The output form selector 314 is software and routines for identifying output forms to be completed. The operation of the output form selector 314 is described in more detail below with reference to step 1018 of FIG. 8. The output form selector 314 is coupled to the bus 208 for communication and interaction with the processor 202 and other modules.
  • [0050]
    The composition module 316 is software and routines for method composing the output form with scaled and repositioned marks. The operation of the composition module 316 is described in more detail below with reference to step 1020 of FIG. 8. The composition module 316 is coupled to the bus 208 for communication and interaction with the processor 202 and other modules.
  • [0051]
    The print module 318 is software and routines for outputting the output forms. In one embodiment, the print module 318 interacts with the print engine 214 to print the output forms. In another embodiment, the print module 318 creates and transfers an electronic version of the output form such as in PDF form. The operation of the print module 318 is described in more detail below with reference to step 1022 of FIG. 8. The print module 318 is coupled to the bus 208 for communication and interaction with the processor 202 and other modules.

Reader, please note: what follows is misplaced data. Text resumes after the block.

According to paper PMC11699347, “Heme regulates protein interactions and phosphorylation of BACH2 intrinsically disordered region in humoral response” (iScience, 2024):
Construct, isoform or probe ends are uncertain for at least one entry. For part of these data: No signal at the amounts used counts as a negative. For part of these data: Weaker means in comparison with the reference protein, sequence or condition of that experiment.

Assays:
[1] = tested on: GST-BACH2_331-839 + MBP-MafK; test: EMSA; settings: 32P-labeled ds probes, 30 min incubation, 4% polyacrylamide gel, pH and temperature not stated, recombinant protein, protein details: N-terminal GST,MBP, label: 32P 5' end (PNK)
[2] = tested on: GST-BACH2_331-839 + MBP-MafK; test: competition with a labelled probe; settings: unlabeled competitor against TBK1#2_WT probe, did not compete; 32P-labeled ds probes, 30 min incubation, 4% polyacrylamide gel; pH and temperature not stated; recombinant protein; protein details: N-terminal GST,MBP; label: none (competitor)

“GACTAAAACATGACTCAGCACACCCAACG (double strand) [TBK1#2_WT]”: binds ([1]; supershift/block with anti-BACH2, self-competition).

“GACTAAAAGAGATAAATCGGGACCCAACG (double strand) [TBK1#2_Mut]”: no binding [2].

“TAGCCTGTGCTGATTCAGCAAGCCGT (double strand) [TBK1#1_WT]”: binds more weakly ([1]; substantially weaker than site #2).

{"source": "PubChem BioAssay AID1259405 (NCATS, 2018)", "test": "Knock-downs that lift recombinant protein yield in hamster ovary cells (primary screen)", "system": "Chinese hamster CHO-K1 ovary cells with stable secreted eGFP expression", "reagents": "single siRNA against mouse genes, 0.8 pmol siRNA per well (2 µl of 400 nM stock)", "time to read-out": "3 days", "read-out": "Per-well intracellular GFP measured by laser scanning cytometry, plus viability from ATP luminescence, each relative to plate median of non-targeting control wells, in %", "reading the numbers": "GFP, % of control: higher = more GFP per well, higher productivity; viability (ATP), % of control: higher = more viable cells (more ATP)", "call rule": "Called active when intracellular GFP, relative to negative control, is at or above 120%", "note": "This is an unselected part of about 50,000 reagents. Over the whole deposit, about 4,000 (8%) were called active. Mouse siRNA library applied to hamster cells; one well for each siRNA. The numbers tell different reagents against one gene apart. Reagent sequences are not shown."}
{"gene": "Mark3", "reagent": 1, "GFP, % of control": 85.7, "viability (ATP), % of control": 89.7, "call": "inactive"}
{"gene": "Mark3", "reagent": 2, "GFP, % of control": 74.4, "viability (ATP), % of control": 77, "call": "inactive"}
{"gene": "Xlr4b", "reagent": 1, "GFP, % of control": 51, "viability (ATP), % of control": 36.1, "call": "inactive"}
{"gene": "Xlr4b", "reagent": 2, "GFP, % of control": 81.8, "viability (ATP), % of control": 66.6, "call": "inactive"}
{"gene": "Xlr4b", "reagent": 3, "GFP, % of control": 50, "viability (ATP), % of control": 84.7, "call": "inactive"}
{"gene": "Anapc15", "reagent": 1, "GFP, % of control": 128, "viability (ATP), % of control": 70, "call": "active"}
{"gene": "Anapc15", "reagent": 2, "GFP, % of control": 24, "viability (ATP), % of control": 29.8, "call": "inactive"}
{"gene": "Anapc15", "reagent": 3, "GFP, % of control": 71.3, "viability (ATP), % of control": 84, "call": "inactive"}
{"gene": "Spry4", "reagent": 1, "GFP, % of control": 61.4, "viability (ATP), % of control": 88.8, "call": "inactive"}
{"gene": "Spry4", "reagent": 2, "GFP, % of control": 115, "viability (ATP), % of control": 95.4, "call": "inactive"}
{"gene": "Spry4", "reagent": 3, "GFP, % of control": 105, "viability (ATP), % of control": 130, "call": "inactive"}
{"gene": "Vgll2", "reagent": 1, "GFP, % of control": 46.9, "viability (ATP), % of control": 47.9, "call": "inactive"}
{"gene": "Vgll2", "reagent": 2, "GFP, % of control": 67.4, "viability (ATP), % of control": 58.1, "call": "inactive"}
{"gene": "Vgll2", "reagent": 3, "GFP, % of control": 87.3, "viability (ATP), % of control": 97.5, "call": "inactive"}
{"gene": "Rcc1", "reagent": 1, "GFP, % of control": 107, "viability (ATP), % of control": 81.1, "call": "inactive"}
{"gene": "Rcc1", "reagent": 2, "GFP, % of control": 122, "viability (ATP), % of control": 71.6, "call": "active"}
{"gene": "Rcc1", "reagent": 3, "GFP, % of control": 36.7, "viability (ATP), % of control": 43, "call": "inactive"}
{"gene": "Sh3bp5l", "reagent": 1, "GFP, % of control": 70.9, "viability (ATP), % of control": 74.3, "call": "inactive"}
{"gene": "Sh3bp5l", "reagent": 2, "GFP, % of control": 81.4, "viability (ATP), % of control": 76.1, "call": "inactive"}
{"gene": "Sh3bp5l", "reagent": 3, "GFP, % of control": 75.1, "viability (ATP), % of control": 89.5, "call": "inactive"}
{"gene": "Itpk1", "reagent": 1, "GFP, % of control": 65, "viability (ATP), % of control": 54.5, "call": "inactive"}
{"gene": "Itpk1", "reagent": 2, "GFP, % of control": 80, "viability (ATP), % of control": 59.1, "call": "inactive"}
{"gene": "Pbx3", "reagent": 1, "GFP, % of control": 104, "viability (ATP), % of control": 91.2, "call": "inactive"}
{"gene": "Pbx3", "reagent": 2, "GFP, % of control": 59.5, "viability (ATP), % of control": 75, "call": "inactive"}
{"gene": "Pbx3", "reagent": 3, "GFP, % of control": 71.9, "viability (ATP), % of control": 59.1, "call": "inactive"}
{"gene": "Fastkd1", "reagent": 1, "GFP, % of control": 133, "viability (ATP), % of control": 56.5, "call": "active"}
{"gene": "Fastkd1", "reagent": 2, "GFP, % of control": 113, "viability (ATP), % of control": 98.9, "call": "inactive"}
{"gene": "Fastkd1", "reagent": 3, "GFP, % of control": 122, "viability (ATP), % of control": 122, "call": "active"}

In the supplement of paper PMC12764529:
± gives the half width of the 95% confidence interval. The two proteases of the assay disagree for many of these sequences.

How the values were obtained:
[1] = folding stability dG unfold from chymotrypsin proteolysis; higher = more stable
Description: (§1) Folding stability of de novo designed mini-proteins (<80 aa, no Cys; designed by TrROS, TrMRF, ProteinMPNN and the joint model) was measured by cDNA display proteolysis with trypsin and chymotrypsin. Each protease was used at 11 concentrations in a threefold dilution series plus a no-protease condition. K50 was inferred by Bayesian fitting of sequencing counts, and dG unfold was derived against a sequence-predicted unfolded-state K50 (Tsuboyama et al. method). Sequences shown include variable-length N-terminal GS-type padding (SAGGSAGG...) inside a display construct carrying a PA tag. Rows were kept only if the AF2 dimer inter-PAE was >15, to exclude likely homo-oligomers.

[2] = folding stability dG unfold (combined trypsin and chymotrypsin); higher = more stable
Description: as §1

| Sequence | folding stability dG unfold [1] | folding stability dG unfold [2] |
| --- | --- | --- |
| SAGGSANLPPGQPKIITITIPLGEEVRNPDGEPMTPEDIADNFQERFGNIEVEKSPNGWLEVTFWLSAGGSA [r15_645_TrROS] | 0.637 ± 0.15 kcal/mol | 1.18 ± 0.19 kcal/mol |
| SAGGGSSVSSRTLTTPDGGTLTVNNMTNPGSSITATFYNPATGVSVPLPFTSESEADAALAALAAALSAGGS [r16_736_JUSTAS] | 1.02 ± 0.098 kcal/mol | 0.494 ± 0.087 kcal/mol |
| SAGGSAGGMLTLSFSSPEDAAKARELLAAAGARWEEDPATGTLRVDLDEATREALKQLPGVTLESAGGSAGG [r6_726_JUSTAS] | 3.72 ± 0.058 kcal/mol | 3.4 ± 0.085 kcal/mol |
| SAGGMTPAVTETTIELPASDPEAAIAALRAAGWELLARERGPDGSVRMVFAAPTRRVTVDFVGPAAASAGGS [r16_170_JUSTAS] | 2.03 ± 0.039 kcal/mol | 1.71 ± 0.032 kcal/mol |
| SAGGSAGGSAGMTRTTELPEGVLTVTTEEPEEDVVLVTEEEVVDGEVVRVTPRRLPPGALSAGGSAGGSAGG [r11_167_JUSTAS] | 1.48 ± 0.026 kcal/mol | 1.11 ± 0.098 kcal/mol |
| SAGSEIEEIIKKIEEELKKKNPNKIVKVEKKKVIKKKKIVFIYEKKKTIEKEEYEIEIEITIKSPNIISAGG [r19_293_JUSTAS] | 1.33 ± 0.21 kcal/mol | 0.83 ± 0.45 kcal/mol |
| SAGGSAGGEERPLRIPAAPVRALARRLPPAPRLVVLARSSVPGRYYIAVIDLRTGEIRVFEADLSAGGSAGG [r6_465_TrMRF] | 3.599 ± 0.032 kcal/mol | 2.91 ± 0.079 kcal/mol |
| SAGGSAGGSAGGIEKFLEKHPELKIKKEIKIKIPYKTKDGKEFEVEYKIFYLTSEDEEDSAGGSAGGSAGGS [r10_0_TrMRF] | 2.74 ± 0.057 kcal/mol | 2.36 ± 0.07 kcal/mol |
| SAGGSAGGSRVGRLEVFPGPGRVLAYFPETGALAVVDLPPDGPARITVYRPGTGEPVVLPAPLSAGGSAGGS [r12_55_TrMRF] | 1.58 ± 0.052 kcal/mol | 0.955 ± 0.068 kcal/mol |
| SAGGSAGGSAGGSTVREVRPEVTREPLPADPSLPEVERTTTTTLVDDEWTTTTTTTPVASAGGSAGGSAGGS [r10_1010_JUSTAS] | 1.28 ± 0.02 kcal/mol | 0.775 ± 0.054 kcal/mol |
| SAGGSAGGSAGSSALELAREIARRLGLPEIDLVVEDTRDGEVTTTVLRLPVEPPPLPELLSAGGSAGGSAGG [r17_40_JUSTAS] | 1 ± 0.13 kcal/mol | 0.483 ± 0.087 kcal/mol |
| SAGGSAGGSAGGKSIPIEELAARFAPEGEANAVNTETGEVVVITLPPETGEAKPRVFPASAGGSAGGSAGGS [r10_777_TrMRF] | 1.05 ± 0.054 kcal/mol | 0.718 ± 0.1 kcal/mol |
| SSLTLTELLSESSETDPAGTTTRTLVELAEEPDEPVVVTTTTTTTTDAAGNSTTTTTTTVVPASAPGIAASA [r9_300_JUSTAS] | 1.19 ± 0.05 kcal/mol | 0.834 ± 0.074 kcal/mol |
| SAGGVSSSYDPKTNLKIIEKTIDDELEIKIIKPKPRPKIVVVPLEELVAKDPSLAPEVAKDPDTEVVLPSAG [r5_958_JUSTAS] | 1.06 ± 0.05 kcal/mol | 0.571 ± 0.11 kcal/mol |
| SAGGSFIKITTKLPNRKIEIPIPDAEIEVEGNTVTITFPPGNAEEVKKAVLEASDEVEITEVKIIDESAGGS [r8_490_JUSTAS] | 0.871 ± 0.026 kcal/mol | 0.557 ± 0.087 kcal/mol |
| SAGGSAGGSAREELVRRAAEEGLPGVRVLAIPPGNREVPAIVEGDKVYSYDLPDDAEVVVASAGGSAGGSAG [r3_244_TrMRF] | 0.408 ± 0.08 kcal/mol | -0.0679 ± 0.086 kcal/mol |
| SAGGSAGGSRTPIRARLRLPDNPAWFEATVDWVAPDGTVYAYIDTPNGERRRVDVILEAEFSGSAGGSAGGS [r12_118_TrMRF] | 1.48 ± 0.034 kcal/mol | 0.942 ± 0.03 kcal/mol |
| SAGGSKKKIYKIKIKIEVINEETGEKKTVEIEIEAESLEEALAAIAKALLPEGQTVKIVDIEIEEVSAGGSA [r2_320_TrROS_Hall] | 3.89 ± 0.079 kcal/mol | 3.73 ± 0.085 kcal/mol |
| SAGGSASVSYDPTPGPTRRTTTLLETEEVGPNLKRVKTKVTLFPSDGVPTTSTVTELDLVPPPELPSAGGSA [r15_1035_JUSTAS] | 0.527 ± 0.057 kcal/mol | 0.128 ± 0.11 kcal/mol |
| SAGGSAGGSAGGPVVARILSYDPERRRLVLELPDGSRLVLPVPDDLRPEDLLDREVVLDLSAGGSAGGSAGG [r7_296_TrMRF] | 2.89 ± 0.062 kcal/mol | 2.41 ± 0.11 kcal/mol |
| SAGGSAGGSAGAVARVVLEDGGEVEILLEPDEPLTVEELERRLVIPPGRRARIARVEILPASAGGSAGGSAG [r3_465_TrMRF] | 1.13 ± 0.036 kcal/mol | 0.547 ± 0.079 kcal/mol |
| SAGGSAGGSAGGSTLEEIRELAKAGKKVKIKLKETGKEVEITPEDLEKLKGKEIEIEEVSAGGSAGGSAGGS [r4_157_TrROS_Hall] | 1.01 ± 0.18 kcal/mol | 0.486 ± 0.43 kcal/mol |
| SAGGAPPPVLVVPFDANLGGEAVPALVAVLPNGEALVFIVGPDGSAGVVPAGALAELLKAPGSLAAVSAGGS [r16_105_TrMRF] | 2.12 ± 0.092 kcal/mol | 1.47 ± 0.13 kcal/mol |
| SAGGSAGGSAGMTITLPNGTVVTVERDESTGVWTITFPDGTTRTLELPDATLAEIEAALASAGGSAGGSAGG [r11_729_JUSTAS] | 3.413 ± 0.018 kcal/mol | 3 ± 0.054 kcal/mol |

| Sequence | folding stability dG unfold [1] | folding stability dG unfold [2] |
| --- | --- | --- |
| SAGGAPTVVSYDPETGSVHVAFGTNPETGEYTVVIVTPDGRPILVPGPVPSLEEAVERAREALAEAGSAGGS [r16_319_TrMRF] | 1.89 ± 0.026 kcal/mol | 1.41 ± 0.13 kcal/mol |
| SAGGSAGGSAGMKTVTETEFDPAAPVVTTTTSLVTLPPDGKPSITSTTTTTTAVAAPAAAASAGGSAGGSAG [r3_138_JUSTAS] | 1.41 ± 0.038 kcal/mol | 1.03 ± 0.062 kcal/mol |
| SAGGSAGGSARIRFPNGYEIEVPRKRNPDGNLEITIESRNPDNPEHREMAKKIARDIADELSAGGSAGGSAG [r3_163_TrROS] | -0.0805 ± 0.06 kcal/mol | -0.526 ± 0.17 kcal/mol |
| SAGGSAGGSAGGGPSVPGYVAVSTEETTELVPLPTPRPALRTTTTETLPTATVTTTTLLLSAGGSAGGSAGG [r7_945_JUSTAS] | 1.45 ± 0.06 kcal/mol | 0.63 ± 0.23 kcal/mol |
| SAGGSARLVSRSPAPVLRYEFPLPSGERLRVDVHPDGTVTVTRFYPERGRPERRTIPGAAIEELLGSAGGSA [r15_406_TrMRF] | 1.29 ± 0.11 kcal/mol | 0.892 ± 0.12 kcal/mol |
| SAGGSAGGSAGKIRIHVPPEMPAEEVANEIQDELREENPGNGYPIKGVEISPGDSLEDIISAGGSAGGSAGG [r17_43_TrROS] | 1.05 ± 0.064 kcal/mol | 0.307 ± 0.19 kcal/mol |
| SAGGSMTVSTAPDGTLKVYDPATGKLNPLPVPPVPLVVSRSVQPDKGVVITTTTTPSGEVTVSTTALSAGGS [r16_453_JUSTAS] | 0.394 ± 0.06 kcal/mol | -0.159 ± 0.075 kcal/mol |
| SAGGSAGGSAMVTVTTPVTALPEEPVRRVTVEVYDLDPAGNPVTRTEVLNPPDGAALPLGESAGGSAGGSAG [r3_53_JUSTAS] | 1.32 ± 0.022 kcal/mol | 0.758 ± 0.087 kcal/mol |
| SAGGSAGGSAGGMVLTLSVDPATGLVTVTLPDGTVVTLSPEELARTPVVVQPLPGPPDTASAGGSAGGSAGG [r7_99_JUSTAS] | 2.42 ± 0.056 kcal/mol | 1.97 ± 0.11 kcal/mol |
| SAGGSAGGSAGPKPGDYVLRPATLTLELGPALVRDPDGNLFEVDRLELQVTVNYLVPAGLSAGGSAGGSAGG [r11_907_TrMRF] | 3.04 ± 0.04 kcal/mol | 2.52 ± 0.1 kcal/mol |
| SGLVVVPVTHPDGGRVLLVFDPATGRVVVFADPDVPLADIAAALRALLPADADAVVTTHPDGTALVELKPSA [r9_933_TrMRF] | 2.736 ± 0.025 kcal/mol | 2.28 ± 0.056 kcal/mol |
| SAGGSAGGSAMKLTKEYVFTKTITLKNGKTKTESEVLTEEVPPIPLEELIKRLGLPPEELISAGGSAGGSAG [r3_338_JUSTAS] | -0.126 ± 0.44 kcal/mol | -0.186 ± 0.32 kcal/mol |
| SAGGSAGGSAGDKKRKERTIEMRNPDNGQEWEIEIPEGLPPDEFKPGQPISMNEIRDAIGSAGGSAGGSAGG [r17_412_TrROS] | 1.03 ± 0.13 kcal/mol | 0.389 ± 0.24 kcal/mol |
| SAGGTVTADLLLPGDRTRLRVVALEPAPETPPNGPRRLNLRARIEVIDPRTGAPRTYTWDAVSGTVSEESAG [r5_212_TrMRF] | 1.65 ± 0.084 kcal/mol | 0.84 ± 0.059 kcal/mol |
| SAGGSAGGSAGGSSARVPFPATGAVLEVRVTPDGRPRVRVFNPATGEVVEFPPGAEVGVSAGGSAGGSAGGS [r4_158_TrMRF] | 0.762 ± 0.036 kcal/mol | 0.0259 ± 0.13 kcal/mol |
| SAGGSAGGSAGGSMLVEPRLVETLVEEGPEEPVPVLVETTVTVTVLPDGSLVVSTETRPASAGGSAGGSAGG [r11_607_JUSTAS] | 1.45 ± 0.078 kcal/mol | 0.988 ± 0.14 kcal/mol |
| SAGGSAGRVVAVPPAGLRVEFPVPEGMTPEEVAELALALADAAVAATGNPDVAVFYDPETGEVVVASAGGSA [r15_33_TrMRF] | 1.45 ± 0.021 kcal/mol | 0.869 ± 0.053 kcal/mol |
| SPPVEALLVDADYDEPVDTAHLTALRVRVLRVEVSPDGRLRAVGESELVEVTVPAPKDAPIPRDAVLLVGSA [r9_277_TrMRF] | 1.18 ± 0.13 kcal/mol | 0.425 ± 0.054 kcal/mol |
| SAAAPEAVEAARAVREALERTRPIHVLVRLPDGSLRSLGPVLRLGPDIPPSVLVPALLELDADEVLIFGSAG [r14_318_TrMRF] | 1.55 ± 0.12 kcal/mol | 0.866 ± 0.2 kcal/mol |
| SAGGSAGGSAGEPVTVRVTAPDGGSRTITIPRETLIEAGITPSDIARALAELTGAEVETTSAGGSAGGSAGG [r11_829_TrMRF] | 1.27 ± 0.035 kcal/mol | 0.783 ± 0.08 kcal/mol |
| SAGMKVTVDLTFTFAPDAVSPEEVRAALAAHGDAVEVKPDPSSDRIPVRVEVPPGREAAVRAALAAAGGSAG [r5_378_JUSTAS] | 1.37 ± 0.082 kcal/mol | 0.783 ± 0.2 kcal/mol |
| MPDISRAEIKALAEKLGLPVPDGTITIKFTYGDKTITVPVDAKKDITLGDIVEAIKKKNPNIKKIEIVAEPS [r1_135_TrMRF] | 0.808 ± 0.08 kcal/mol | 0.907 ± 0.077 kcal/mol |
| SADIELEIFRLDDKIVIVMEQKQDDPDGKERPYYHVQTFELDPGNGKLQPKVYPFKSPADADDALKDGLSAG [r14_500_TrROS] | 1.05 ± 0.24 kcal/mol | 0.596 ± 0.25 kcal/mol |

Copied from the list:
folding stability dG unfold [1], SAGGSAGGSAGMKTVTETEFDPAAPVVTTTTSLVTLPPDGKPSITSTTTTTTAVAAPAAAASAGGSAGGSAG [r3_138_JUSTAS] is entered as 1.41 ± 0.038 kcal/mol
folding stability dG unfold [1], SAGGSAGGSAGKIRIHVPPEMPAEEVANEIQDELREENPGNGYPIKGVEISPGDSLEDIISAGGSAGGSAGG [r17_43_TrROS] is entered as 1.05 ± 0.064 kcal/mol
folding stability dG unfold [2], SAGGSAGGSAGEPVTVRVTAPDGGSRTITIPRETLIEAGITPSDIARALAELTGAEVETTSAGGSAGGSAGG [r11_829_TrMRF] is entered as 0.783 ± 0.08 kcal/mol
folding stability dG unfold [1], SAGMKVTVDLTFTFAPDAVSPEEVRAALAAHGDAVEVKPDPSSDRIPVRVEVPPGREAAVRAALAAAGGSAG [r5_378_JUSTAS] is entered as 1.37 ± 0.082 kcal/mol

• [0052]
    The master forms library 320 is data storage for storing master forms 600, 700 (See FIGS. 7 and 8) and for storing originals of output documents. In one embodiment, the present invention uses currently existing forms. However, it may be that some fields appear only one form and other fields appear only on another form. Thus to fill out all the forms a user would need to provide all the information for one form and some information for a second form. In these cases, it is advantageous to have a master form for a set of forms that includes all the unique fields from the set of forms. A user therefore would only need to fill out the master form 600, 700. Data from the master form 600, 700 is copied to all of the other forms. Use of a master form can provide a further advantage when the original forms do not have clearly bounded fields, and are crowded and thus difficult to extract the marks. A master form can be cleanly designed providing a bounding box and indicating a type of response for each field. The master-form itself can be colored to easily distinguish marks made by the user.